CALMING THE OVERANXIOUS HORSE IN SPEED EVENTS by Clinton Anderson
Photos courtesy of Darrell Dodds
A horse that’s anticipating the run ahead is using the reactive side of his brain, which means he has an excess of energy and isn’t focused on you. The biggest mistake I see people make with horses that are using the reactive side of their brains is trying to stop them from moving by pulling back on two reins. The more you try to make a reactive horse stand still, the more upset he’ll get, which is when he starts rearing, head tossing, kicking out, etc. Rather than trying to stop the horse from moving, use the alleyway as a training tool to get him to use the thinking side of his brain and put his attention on you. You’ll do that by using only one rein to move his feet forwards, backwards, left and right. The more changes of direction you have the horse do, the quicker he’ll focus on you and use the thinking side of his brain.
If you’re in the alley and your horse starts to fidget, put his feet to work by doing a series of rollbacks along the fence. Rollbacks work great because not only do they get the horse’s feet moving with energy and changing directions, but they’ll also help the horse soften to the bit, rate your seat and work off his hindquarters – all important aspects of a good run.
Canter the horse and only use one rein to roll him back. When you’re ready to turn, sit back in the saddle, direct his nose through the turn with your inside rein and press your outside leg up near the girth to ask him to turn. As soon as the horse is turned, hustle him out of the rollback and find another spot along the fence to turn into. The more you ask the horse to stop, turn and rollback, the more he’ll be forced to think about where he’s placing his feet and focus his attention on you.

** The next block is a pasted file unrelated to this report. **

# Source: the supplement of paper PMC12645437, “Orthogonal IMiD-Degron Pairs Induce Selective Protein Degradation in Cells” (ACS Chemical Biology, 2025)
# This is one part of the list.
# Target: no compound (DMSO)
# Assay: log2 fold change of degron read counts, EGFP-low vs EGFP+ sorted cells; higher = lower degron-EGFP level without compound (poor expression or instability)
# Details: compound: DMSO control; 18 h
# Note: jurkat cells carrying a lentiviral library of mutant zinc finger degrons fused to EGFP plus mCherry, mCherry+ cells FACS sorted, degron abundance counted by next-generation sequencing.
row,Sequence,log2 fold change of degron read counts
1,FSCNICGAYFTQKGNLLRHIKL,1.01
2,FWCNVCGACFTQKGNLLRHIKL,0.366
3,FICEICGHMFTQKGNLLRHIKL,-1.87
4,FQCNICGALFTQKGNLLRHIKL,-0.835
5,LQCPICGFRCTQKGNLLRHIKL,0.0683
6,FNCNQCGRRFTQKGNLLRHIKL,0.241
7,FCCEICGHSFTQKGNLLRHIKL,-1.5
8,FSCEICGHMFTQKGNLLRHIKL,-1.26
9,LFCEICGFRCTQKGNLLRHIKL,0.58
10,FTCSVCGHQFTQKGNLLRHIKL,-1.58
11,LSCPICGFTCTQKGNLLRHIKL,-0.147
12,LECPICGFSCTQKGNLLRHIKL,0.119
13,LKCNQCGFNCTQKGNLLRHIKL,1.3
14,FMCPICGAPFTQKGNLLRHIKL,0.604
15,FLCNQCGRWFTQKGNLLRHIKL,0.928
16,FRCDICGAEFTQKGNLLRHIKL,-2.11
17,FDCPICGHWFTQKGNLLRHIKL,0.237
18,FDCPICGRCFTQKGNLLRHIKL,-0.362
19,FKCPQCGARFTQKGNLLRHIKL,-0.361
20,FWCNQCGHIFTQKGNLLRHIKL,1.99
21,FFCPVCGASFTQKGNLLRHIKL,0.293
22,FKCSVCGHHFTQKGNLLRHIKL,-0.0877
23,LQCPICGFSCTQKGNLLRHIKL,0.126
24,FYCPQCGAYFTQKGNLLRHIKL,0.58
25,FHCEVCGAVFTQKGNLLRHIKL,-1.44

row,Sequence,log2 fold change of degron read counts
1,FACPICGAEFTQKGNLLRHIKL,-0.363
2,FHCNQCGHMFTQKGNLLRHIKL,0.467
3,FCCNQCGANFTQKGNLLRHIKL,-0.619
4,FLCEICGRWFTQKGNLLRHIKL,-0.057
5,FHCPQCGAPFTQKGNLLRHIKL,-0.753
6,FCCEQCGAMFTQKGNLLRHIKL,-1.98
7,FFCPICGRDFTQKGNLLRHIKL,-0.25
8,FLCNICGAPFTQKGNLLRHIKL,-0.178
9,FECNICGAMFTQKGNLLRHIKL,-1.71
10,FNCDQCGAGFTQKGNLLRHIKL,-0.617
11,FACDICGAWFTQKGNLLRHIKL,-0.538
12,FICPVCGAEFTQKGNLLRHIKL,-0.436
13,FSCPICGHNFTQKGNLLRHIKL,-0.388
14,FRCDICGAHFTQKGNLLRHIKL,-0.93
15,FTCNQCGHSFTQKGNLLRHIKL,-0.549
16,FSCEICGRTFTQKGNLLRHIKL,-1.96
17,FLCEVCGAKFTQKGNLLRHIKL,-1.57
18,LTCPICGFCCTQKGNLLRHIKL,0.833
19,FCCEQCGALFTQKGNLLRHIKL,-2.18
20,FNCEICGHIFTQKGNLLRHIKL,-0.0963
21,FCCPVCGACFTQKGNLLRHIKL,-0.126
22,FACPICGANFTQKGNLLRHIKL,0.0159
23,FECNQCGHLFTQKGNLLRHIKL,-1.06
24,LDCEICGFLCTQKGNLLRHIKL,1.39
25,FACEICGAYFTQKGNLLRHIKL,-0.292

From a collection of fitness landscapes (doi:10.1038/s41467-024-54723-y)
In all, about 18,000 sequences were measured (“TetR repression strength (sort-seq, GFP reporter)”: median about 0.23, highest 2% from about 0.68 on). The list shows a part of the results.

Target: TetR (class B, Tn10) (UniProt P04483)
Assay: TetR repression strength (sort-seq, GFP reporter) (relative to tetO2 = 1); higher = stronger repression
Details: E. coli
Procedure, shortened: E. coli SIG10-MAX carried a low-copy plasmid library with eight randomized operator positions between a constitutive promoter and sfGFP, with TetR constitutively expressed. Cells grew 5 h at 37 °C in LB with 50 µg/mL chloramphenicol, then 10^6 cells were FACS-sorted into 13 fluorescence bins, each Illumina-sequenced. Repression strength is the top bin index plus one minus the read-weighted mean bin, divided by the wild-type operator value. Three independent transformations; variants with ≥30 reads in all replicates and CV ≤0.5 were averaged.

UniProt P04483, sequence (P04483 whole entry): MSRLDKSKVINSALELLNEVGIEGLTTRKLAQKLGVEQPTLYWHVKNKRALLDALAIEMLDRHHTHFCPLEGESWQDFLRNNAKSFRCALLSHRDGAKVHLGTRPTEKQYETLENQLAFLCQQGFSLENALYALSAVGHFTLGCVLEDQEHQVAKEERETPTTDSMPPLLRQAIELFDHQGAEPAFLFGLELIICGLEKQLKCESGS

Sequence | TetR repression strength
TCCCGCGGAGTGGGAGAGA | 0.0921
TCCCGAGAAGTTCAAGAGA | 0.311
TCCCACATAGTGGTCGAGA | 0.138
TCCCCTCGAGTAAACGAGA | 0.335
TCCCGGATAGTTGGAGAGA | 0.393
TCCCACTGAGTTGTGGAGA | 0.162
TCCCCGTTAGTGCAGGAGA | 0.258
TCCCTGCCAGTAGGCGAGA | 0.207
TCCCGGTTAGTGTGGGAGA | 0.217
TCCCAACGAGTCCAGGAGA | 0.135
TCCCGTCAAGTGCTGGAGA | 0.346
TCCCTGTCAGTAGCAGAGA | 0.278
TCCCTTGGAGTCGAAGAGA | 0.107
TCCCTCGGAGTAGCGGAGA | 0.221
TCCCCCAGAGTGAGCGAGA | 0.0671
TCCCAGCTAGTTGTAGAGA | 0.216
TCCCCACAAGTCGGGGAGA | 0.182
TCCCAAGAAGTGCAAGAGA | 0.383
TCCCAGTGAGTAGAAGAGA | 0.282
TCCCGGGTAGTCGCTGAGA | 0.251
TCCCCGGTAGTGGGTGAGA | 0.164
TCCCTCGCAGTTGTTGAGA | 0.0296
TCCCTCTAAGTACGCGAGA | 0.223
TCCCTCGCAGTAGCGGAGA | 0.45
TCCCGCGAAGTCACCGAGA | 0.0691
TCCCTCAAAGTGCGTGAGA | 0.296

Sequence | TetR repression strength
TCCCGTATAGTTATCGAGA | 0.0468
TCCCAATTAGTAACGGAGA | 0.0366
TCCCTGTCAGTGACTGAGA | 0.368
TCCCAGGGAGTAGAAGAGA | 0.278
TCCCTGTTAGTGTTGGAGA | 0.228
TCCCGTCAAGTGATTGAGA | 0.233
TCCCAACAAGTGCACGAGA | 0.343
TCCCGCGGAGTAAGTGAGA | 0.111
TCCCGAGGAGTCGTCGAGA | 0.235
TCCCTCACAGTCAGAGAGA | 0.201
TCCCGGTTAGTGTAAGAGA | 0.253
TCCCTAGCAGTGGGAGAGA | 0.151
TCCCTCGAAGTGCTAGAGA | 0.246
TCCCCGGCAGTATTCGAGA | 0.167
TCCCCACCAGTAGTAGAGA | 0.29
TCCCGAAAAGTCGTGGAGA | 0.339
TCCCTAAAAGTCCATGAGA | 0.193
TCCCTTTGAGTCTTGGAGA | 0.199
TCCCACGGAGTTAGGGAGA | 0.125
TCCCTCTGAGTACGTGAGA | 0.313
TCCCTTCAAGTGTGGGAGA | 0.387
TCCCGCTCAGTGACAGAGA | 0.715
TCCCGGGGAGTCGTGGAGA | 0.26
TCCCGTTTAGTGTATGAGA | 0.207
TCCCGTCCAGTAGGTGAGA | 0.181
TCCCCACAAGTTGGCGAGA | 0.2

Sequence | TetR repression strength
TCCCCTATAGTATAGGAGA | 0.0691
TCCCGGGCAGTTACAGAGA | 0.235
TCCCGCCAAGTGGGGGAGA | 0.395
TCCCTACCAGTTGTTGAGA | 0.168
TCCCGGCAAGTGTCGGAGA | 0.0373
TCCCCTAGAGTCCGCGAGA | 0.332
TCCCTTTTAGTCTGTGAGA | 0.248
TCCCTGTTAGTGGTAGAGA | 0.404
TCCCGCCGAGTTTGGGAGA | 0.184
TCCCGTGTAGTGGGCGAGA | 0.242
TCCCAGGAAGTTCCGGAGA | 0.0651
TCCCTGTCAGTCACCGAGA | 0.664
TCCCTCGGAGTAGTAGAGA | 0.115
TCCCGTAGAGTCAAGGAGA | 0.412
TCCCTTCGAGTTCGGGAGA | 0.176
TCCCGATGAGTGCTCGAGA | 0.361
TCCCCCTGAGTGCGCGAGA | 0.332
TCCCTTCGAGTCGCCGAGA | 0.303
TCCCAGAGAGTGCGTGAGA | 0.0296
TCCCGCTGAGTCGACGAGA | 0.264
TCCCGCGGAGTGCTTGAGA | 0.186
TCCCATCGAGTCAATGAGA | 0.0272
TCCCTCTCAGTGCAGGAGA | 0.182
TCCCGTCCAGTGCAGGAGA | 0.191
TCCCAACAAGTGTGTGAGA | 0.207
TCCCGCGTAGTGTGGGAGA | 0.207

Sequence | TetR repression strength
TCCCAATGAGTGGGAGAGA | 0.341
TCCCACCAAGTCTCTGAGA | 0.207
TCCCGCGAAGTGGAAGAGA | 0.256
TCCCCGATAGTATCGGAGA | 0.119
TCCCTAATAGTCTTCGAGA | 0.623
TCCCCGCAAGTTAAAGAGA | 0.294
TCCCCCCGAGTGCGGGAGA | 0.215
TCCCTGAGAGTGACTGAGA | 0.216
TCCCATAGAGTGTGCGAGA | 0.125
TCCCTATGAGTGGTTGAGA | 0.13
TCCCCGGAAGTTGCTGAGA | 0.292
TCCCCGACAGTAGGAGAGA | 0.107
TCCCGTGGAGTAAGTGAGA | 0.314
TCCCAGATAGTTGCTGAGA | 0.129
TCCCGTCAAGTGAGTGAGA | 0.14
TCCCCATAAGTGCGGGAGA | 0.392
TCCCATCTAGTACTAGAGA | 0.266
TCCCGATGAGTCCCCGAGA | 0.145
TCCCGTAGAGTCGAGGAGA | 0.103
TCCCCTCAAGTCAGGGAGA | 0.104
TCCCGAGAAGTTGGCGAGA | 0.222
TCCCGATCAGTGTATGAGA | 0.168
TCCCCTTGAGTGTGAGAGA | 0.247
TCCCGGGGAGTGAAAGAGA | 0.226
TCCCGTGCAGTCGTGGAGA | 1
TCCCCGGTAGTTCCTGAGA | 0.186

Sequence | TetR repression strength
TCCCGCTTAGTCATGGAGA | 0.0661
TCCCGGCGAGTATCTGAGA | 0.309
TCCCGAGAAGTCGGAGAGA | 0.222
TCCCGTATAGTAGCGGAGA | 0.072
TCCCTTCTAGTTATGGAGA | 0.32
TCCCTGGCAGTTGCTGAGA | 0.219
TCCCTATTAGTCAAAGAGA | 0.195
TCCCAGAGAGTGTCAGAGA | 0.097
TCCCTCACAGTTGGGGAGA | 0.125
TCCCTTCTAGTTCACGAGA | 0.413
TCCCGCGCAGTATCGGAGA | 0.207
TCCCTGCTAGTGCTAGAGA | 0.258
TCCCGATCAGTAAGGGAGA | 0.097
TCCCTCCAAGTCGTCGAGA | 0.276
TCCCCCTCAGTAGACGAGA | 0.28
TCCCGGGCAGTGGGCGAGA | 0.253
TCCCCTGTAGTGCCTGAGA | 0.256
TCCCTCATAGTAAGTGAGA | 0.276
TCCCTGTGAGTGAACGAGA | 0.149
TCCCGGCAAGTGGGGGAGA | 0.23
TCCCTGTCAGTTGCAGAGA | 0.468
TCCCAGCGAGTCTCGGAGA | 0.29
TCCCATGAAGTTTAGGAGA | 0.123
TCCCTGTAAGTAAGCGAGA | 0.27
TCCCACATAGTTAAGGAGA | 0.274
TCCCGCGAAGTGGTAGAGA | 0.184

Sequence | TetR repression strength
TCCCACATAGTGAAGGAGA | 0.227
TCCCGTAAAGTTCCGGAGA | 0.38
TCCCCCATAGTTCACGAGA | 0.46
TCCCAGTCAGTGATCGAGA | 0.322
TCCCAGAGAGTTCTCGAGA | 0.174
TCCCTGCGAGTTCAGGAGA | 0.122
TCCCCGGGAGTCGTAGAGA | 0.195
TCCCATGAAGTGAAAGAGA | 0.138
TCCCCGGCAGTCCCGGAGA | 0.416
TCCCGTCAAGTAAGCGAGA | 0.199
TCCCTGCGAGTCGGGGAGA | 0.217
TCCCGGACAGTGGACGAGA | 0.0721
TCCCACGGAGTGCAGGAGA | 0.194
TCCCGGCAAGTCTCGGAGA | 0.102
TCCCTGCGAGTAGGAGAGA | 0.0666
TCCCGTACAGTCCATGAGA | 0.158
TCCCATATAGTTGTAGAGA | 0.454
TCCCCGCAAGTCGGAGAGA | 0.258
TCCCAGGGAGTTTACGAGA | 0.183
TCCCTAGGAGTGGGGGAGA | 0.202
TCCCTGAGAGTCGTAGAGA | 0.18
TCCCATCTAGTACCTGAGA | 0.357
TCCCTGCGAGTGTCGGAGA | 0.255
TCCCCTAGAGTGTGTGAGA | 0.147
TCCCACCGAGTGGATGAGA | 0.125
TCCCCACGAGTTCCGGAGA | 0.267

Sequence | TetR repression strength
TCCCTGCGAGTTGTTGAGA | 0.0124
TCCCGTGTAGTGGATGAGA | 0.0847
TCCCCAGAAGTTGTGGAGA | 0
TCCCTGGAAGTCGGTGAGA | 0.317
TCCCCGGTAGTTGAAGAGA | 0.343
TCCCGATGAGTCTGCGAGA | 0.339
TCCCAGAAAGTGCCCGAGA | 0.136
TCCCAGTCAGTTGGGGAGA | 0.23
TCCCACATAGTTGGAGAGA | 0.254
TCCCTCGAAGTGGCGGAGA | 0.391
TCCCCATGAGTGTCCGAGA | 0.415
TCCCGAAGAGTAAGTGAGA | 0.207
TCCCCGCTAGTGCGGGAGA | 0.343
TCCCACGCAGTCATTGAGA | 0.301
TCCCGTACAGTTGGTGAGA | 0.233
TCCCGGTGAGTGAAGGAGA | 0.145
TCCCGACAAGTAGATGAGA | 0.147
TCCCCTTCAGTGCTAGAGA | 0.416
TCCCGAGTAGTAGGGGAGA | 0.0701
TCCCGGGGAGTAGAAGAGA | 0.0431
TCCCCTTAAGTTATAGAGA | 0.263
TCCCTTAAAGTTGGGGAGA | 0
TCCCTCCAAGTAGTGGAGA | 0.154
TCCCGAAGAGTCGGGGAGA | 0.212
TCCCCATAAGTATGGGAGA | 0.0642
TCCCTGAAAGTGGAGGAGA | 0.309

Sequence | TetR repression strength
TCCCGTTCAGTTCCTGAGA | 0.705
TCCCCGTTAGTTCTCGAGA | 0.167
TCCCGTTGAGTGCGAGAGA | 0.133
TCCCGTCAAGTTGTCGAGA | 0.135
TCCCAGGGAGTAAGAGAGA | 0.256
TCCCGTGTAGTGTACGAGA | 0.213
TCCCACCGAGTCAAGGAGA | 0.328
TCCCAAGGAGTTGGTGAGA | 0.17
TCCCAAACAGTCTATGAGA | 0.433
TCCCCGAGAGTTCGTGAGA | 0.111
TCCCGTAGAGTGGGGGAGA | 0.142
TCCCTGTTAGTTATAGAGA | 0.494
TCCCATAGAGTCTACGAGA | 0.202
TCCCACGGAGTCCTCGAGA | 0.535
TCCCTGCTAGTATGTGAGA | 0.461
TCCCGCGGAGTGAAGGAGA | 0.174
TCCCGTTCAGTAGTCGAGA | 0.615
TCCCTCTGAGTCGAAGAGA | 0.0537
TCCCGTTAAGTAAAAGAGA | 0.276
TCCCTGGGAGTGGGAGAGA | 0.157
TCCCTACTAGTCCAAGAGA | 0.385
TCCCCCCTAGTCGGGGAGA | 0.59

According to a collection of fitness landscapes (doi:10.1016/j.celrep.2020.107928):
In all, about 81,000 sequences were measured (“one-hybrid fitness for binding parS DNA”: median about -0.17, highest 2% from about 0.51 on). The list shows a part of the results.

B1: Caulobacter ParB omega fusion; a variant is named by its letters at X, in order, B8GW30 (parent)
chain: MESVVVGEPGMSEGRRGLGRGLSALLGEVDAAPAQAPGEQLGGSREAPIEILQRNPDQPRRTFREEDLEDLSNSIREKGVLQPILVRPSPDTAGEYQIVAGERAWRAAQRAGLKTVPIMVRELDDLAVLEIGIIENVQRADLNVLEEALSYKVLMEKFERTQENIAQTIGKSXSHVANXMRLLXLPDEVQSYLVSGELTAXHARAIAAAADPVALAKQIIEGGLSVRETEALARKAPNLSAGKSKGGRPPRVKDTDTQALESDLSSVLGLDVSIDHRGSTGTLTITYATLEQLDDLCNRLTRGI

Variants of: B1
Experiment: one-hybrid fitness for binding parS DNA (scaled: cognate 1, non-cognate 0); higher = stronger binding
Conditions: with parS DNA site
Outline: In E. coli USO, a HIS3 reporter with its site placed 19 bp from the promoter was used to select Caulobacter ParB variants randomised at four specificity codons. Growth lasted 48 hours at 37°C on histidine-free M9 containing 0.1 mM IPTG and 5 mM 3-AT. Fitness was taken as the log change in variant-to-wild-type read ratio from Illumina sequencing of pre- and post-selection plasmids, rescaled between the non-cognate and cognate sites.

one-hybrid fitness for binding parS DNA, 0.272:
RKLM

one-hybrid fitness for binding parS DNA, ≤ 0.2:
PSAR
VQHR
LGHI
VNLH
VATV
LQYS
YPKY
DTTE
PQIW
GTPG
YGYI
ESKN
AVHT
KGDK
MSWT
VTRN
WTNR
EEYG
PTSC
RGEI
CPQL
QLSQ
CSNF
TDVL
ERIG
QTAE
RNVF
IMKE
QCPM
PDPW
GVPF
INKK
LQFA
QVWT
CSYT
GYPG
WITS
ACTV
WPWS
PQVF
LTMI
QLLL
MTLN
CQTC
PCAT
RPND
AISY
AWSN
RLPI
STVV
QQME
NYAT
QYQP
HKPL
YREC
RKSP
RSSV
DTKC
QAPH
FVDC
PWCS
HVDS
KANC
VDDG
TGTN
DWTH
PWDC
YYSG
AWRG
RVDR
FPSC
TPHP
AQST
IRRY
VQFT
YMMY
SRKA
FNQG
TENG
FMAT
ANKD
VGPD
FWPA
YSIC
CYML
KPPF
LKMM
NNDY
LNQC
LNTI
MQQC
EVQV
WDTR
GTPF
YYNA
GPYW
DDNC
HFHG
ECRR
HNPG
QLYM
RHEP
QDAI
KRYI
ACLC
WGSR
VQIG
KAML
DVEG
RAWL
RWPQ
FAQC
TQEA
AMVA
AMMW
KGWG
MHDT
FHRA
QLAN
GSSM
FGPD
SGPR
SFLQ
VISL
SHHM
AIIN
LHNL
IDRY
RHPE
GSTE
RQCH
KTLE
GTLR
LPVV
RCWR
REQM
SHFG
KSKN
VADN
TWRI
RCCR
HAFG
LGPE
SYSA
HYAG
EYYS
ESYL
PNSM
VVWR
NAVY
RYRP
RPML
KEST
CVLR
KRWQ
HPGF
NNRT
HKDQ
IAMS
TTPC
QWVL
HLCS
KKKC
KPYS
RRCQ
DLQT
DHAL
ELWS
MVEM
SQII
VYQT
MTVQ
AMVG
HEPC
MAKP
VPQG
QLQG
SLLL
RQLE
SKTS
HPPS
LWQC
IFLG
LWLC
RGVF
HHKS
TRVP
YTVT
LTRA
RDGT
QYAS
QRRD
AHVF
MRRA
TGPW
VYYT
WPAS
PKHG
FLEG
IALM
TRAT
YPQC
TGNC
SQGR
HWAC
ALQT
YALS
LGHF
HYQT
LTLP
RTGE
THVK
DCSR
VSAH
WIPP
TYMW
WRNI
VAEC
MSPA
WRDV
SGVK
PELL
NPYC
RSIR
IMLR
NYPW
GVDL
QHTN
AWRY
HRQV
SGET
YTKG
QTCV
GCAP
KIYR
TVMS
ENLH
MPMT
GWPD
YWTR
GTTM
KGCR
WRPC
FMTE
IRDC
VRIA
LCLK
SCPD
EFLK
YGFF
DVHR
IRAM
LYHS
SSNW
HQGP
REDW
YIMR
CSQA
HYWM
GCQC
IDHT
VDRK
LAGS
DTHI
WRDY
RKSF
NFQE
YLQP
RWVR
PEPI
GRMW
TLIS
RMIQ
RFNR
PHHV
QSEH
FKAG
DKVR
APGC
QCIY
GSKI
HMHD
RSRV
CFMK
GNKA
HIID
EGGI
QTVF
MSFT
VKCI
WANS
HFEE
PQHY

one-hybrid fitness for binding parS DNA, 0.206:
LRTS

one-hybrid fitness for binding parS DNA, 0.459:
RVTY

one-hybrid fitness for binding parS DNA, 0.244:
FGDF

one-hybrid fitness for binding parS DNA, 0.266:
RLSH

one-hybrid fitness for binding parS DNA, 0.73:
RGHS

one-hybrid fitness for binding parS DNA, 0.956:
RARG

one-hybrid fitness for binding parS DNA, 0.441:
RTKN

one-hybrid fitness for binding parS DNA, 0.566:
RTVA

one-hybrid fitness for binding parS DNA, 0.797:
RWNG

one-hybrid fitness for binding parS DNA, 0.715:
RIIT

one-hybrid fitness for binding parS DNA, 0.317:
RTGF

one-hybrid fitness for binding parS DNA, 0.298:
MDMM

Practice rollbacks until you can feel the horse relax and listening to you. Then bring him to a stop and practice flexing his head from side to side using one rein. This is his chance to get his air back and relax. If he moves, go right back to hustling his feet. Then ask him to stand still again and practice flexing. You want him to realize that standing still and flexing his head is a lot easier than hustling his feet and sweating. But don’t try to stop him from making the mistake of moving. Instead, actually dare him to. Put him on a big loose rein and wave your feet in the stirrups, lean forward and rub him, throw the reins up his neck, etc. If he moves, put his feet to work. Don’t sit on him like a closed pocketknife afraid to move.
When you get the horse to the point that he’s standing quietly and not wanting to move in the alleyway, do the one thing he’s least expecting – get off and take him back to the barn. Remember, he’s keyed up because he’s anticipating the run ahead. Show him that just because he’s in the alleyway, it doesn’t necessarily mean you’re going to go run the pattern.
Taking your horse through this drill once isn’t going to fix his problem, especially if it’s a longstanding habit. You might have to do it five days in a row before he doesn’t overreact in the alley. That’s fine. What you don’t want to do is go through the drill and then take him in the arena and run him hard because then you’ve just wasted your time. It’s like the horse says to himself, “I knew that’s what you were going to do all along!”
And, even when you do have the horse’s problem fixed, after a few competitions, it will likely start to sneak back up. Then you’ll have to come back to the drill again and remind him that he needs to be relaxed and focused in the alley, not using the reactive side of his brain. Just remember that horses are nothing but maintenance with legs, you have to constantly keep them in check.
Author note: Clinton Anderson is a clinician, horse trainer and competitor. He’s dedicated his life to helping others realize their horsemanship dreams. Learn more about the Downunder Horsemanship Method at www.downunderhorsemanship.com.
This article was printed in Performance Horse Digest, Volume 9, Issue 1
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